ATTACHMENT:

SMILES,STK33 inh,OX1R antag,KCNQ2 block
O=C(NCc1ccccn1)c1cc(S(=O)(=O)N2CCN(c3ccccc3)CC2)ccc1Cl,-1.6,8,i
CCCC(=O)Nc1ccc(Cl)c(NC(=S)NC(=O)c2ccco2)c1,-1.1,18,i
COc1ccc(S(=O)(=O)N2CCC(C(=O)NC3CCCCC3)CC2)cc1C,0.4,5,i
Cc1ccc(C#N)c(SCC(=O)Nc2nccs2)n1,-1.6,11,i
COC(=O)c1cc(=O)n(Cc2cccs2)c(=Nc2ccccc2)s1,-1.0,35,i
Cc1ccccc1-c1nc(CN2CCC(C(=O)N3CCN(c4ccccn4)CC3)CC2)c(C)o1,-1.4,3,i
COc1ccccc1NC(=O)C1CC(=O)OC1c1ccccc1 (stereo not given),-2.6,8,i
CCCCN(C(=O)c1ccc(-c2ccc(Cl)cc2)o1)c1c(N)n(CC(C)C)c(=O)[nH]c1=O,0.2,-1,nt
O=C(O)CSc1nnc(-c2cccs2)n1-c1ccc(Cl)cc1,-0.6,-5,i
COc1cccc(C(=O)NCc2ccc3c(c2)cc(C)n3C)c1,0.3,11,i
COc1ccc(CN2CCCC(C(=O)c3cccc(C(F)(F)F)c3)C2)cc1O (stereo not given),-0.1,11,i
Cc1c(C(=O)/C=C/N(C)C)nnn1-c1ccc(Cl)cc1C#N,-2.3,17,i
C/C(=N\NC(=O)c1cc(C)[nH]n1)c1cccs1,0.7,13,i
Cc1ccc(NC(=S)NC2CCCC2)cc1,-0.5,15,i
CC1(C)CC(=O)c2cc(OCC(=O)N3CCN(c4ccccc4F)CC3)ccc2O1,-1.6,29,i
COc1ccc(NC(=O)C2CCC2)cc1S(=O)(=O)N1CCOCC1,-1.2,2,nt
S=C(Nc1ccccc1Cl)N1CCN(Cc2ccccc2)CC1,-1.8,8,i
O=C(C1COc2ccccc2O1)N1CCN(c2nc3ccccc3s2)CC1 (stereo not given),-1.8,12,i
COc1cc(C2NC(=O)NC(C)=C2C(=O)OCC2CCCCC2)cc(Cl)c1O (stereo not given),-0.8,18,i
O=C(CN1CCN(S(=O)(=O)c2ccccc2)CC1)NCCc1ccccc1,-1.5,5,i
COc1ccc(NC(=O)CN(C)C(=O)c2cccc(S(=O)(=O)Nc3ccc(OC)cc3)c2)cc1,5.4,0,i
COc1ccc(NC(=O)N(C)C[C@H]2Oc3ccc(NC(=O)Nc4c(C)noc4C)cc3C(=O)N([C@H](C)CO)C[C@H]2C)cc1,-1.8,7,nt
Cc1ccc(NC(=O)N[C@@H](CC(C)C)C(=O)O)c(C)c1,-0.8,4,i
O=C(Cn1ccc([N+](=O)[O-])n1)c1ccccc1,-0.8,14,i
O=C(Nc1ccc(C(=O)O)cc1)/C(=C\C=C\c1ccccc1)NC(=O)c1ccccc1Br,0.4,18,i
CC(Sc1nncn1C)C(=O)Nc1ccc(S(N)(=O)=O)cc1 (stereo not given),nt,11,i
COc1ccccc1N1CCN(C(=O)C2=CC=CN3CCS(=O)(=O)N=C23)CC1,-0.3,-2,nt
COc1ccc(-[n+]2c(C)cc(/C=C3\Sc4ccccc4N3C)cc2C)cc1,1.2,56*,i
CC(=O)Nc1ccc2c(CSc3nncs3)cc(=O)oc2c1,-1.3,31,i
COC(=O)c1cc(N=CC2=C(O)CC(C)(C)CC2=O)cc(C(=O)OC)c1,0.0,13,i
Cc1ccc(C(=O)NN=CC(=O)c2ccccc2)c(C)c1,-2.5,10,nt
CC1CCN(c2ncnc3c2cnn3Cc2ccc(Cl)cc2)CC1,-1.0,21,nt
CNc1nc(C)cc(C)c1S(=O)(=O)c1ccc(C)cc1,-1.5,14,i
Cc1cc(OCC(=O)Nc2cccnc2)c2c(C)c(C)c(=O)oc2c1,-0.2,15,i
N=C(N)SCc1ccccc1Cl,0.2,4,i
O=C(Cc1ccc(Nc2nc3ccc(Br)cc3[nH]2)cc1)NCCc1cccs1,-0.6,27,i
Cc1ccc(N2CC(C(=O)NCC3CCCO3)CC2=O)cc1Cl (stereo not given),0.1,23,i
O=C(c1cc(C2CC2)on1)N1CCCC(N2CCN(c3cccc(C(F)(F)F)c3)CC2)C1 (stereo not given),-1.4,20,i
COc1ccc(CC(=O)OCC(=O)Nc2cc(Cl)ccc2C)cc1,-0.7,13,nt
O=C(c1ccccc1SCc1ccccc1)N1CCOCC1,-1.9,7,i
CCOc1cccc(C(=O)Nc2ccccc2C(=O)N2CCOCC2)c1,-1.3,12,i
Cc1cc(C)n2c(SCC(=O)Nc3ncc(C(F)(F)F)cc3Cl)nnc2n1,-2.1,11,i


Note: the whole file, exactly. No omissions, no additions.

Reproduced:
SMILES,STK33 inh,OX1R antag,KCNQ2 block
O=C(NCc1ccccn1)c1cc(S(=O)(=O)N2CCN(c3ccccc3)CC2)ccc1Cl,-1.6,8,i
CCCC(=O)Nc1ccc(Cl)c(NC(=S)NC(=O)c2ccco2)c1,-1.1,18,i
COc1ccc(S(=O)(=O)N2CCC(C(=O)NC3CCCCC3)CC2)cc1C,0.4,5,i
Cc1ccc(C#N)c(SCC(=O)Nc2nccs2)n1,-1.6,11,i
COC(=O)c1cc(=O)n(Cc2cccs2)c(=Nc2ccccc2)s1,-1.0,35,i
Cc1ccccc1-c1nc(CN2CCC(C(=O)N3CCN(c4ccccn4)CC3)CC2)c(C)o1,-1.4,3,i
COc1ccccc1NC(=O)C1CC(=O)OC1c1ccccc1 (stereo not given),-2.6,8,i
CCCCN(C(=O)c1ccc(-c2ccc(Cl)cc2)o1)c1c(N)n(CC(C)C)c(=O)[nH]c1=O,0.2,-1,nt
O=C(O)CSc1nnc(-c2cccs2)n1-c1ccc(Cl)cc1,-0.6,-5,i
COc1cccc(C(=O)NCc2ccc3c(c2)cc(C)n3C)c1,0.3,11,i
COc1ccc(CN2CCCC(C(=O)c3cccc(C(F)(F)F)c3)C2)cc1O (stereo not given),-0.1,11,i
Cc1c(C(=O)/C=C/N(C)C)nnn1-c1ccc(Cl)cc1C#N,-2.3,17,i
C/C(=N\NC(=O)c1cc(C)[nH]n1)c1cccs1,0.7,13,i
Cc1ccc(NC(=S)NC2CCCC2)cc1,-0.5,15,i
CC1(C)CC(=O)c2cc(OCC(=O)N3CCN(c4ccccc4F)CC3)ccc2O1,-1.6,29,i
COc1ccc(NC(=O)C2CCC2)cc1S(=O)(=O)N1CCOCC1,-1.2,2,nt
S=C(Nc1ccccc1Cl)N1CCN(Cc2ccccc2)CC1,-1.8,8,i
O=C(C1COc2ccccc2O1)N1CCN(c2nc3ccccc3s2)CC1 (stereo not given),-1.8,12,i
COc1cc(C2NC(=O)NC(C)=C2C(=O)OCC2CCCCC2)cc(Cl)c1O (stereo not given),-0.8,18,i
O=C(CN1CCN(S(=O)(=O)c2ccccc2)CC1)NCCc1ccccc1,-1.5,5,i
COc1ccc(NC(=O)CN(C)C(=O)c2cccc(S(=O)(=O)Nc3ccc(OC)cc3)c2)cc1,5.4,0,i
COc1ccc(NC(=O)N(C)C[C@H]2Oc3ccc(NC(=O)Nc4c(C)noc4C)cc3C(=O)N([C@H](C)CO)C[C@H]2C)cc1,-1.8,7,nt
Cc1ccc(NC(=O)N[C@@H](CC(C)C)C(=O)O)c(C)c1,-0.8,4,i
O=C(Cn1ccc([N+](=O)[O-])n1)c1ccccc1,-0.8,14,i
O=C(Nc1ccc(C(=O)O)cc1)/C(=C\C=C\c1ccccc1)NC(=O)c1ccccc1Br,0.4,18,i
CC(Sc1nncn1C)C(=O)Nc1ccc(S(N)(=O)=O)cc1 (stereo not given),nt,11,i
COc1ccccc1N1CCN(C(=O)C2=CC=CN3CCS(=O)(=O)N=C23)CC1,-0.3,-2,nt
COc1ccc(-[n+]2c(C)cc(/C=C3\Sc4ccccc4N3C)cc2C)cc1,1.2,56*,i
CC(=O)Nc1ccc2c(CSc3nncs3)cc(=O)oc2c1,-1.3,31,i
COC(=O)c1cc(N=CC2=C(O)CC(C)(C)CC2=O)cc(C(=O)OC)c1,0.0,13,i
Cc1ccc(C(=O)NN=CC(=O)c2ccccc2)c(C)c1,-2.5,10,nt
CC1CCN(c2ncnc3c2cnn3Cc2ccc(Cl)cc2)CC1,-1.0,21,nt
CNc1nc(C)cc(C)c1S(=O)(=O)c1ccc(C)cc1,-1.5,14,i
Cc1cc(OCC(=O)Nc2cccnc2)c2c(C)c(C)c(=O)oc2c1,-0.2,15,i
N=C(N)SCc1ccccc1Cl,0.2,4,i
O=C(Cc1ccc(Nc2nc3ccc(Br)cc3[nH]2)cc1)NCCc1cccs1,-0.6,27,i
Cc1ccc(N2CC(C(=O)NCC3CCCO3)CC2=O)cc1Cl (stereo not given),0.1,23,i
O=C(c1cc(C2CC2)on1)N1CCCC(N2CCN(c3cccc(C(F)(F)F)c3)CC2)C1 (stereo not given),-1.4,20,i
COc1ccc(CC(=O)OCC(=O)Nc2cc(Cl)ccc2C)cc1,-0.7,13,nt
O=C(c1ccccc1SCc1ccccc1)N1CCOCC1,-1.9,7,i
CCOc1cccc(C(=O)Nc2ccccc2C(=O)N2CCOCC2)c1,-1.3,12,i
Cc1cc(C)n2c(SCC(=O)Nc3ncc(C(F)(F)F)cc3Cl)nnc2n1,-2.1,11,i